J2ME is aimed squarely at consumer devices with limited horsepower. Many such devices (e.g., a mobile phone or pager) have no option to download and install software beyond what was configured during the manufacturing process. With the introduction of J2ME, "micro" devices no longer need to be "static" in nature. Not unlike a web browser downloading Java applets, an implementation of J2ME on a device affords the option to browse, download and install Java applications and content.
Small consumer electronics have a way of changing our lives. Mobile phones let us communicate when away from our home or office. Personal digital assistants (PDAs) let us access email, browse the internet and run applications of all shapes and forms. With the introduction of Java for such devices, we now have access to the features inherent to the Java language and platform. That is, a programming language that is easy to master, a runtime environment that provides a secure and portable platform and access to dynamic content, not to mention an estimated developer community of over 2 million people.
Although it would be nice to have the entire J2SE Application Programming Interface (API) available on a micro device, it's not realistic. For example, a mobile phone with its limited display cannot provide all the functionality available in the Abstract Window Toolkit, the first graphical user interface released with Java. The "Micro Edition" was introduced to address the special needs of consumer devices that are outside the scope of J2SE and J2EE.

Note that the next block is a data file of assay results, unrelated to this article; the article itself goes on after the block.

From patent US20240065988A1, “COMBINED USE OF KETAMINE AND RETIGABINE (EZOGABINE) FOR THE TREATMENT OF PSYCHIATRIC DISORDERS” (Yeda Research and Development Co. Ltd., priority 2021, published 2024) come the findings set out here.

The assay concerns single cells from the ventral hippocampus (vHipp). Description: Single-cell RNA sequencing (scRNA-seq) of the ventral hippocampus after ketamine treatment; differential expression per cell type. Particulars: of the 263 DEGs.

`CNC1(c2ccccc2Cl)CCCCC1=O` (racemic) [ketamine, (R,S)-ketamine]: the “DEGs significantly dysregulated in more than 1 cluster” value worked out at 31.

The capabilities of devices within the "Micro Edition" may vary greatly. An Internet Screenphone (a hardware device designed to provide access to email, news, online banking, etc.) may have a much larger display than a pager. However, even devices that seem similar in size may vary greatly in their capabilities. A cell phone and PDA are both limited in physical size, yet a typical cell phone may have a display with a total resolution of 12,288 pixels (96 x 128), whereas a PDA resolution may start at 20,000 pixels and go up from there.
One Java platform will most definitely not fit all. To better understand how J2ME will accommodate a broad range of consumer electronics and embedded devices, we need to introduce two new concepts, configurations and profiles.